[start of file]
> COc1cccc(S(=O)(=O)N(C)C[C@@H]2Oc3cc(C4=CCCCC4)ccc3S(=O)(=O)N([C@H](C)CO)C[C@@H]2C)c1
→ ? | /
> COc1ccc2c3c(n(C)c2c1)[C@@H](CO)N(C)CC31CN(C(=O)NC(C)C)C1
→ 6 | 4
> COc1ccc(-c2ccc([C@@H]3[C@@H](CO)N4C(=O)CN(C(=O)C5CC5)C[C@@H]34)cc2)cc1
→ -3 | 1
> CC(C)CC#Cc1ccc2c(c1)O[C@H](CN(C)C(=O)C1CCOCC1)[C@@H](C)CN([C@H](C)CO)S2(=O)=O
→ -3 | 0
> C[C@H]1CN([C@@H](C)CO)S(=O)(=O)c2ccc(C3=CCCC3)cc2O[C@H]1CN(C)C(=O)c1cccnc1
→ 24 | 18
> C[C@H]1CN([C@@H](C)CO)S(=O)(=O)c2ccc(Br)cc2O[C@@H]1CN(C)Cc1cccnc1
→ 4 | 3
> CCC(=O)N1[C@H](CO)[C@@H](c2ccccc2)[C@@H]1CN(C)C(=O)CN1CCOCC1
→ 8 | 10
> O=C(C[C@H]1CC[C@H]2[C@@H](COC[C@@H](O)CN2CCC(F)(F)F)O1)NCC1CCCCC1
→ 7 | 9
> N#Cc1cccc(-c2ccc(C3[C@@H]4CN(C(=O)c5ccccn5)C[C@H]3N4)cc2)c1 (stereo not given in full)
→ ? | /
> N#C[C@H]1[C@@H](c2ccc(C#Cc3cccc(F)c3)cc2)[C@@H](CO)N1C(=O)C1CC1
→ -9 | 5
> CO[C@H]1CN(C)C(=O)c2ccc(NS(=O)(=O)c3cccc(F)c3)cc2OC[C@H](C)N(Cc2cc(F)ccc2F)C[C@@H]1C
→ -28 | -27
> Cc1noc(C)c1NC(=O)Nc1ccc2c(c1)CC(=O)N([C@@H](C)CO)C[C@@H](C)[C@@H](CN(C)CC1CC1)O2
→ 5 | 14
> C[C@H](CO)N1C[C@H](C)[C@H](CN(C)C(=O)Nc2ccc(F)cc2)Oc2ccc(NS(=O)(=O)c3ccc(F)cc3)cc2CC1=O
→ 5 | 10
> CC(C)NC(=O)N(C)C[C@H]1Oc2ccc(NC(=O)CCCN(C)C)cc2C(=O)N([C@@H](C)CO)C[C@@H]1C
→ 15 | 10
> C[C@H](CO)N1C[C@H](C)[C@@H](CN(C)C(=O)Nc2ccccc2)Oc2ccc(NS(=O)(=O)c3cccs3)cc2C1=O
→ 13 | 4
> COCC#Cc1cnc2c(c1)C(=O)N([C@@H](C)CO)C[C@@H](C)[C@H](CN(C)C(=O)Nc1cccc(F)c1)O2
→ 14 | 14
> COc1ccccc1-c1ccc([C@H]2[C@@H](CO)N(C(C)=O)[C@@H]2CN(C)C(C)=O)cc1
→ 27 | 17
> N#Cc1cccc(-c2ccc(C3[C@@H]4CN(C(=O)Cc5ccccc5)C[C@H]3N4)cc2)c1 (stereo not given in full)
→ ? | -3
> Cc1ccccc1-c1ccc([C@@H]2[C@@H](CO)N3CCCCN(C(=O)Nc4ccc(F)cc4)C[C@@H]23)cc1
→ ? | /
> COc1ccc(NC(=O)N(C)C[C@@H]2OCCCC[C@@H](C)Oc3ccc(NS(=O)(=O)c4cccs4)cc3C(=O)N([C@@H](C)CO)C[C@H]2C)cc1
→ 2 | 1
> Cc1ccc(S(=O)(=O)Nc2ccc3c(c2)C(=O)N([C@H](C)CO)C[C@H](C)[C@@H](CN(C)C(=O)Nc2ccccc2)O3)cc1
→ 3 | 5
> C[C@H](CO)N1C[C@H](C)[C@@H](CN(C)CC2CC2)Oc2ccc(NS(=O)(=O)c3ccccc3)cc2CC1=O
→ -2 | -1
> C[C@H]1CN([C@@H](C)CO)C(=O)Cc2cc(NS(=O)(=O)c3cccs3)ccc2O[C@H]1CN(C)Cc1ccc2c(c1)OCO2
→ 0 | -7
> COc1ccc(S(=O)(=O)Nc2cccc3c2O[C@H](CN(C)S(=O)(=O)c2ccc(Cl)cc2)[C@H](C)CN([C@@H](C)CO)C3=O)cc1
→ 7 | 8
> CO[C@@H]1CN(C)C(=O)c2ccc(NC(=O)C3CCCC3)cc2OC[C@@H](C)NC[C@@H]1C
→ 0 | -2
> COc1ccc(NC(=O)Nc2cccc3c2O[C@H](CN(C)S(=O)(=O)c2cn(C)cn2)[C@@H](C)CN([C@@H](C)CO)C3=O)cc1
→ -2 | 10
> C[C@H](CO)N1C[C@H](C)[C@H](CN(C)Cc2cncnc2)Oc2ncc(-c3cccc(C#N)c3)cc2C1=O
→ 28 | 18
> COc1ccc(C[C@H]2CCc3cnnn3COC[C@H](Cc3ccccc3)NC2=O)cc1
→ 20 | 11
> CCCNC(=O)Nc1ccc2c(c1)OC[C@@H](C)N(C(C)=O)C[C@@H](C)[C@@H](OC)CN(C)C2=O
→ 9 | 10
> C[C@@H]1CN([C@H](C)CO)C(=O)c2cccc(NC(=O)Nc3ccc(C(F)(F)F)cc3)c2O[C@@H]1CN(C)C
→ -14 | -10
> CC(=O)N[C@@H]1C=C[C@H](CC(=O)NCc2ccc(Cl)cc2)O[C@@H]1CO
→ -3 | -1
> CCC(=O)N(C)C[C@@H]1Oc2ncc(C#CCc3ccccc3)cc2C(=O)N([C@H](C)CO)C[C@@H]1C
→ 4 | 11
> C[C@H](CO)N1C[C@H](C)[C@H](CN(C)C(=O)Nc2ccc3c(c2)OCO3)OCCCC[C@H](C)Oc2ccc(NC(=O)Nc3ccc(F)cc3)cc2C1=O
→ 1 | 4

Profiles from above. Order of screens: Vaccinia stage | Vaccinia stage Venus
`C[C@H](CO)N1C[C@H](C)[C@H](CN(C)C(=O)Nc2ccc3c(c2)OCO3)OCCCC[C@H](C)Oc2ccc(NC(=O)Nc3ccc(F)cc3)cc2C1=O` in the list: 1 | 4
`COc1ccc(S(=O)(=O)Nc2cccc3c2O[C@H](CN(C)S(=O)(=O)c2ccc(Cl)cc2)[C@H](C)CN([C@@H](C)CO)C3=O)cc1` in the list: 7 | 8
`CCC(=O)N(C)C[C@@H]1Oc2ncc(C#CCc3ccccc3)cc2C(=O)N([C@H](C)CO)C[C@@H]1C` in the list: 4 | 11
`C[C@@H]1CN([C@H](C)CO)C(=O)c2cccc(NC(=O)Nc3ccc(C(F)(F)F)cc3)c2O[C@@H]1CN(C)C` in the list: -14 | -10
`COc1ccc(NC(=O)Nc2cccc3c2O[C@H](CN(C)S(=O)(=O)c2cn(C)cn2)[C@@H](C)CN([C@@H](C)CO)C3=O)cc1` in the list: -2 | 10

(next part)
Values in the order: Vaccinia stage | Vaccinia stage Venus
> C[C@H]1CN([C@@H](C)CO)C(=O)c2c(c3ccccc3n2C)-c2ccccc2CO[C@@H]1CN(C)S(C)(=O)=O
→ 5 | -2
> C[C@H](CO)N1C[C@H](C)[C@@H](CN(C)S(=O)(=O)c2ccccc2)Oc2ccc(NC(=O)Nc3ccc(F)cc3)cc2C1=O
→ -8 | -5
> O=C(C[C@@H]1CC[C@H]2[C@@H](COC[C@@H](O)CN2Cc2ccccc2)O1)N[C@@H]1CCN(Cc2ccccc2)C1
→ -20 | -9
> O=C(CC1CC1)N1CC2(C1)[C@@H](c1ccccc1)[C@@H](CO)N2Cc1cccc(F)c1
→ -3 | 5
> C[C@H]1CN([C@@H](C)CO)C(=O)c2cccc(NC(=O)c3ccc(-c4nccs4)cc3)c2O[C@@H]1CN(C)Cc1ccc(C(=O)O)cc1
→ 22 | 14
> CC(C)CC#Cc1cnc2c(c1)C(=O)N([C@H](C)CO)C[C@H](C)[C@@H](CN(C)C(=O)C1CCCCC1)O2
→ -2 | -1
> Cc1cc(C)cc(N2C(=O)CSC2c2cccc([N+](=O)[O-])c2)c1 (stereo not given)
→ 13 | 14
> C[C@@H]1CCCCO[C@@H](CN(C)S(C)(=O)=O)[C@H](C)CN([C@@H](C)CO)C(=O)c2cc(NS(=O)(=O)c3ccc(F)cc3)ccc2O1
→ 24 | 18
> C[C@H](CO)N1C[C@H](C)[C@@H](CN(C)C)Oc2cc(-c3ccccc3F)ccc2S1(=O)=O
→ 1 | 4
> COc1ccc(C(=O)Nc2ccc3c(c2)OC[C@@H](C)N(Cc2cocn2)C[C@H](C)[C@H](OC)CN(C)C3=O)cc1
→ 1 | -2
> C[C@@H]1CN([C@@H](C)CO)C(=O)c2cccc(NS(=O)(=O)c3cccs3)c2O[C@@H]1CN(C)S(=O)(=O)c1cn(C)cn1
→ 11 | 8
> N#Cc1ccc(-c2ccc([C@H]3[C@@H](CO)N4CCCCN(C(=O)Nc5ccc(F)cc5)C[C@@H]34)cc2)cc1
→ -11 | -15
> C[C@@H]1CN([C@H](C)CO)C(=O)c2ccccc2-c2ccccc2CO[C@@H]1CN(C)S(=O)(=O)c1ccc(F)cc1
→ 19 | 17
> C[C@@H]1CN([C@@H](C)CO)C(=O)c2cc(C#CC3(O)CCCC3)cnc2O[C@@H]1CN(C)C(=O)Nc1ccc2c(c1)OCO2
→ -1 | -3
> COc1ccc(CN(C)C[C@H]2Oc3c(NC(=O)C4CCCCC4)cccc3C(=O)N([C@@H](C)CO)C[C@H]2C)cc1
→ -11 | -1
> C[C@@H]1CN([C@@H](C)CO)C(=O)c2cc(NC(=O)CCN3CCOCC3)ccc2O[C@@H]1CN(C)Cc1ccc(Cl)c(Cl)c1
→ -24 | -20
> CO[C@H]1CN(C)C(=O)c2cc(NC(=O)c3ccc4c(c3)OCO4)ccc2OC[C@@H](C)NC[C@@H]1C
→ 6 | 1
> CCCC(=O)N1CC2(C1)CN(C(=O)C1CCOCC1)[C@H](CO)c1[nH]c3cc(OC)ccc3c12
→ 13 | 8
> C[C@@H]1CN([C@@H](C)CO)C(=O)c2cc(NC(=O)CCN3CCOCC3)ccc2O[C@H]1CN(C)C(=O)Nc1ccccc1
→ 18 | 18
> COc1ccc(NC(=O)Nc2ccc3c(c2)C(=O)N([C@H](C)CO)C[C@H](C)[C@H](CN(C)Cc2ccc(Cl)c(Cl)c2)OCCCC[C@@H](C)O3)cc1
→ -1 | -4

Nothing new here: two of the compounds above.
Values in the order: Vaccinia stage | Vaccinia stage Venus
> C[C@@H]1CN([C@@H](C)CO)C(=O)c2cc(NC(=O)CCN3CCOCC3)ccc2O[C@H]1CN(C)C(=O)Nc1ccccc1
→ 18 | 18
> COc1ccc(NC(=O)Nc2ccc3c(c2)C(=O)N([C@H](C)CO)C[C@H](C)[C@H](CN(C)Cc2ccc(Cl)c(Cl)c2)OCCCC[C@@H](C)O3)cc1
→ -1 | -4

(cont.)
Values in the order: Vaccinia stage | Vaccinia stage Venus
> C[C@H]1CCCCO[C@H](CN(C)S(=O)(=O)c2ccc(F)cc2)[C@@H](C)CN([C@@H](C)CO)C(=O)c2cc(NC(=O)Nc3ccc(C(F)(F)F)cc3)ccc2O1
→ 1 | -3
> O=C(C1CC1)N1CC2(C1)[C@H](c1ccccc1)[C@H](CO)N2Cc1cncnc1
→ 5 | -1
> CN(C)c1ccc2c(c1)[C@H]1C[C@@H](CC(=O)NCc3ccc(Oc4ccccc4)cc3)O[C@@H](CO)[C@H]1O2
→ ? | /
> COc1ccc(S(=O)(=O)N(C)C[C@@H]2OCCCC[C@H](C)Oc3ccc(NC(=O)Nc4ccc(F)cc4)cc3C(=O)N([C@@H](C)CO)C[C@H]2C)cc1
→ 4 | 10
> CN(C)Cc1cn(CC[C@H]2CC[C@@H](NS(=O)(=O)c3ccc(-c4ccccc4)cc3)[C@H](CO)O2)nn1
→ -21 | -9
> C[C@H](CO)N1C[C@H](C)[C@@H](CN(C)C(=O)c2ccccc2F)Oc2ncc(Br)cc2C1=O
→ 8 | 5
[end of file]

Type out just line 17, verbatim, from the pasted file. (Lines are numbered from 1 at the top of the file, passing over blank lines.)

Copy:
> N#Cc1cccc(-c2ccc(C3[C@@H]4CN(C(=O)c5ccccn5)C[C@H]3N4)cc2)c1 (stereo not given in full)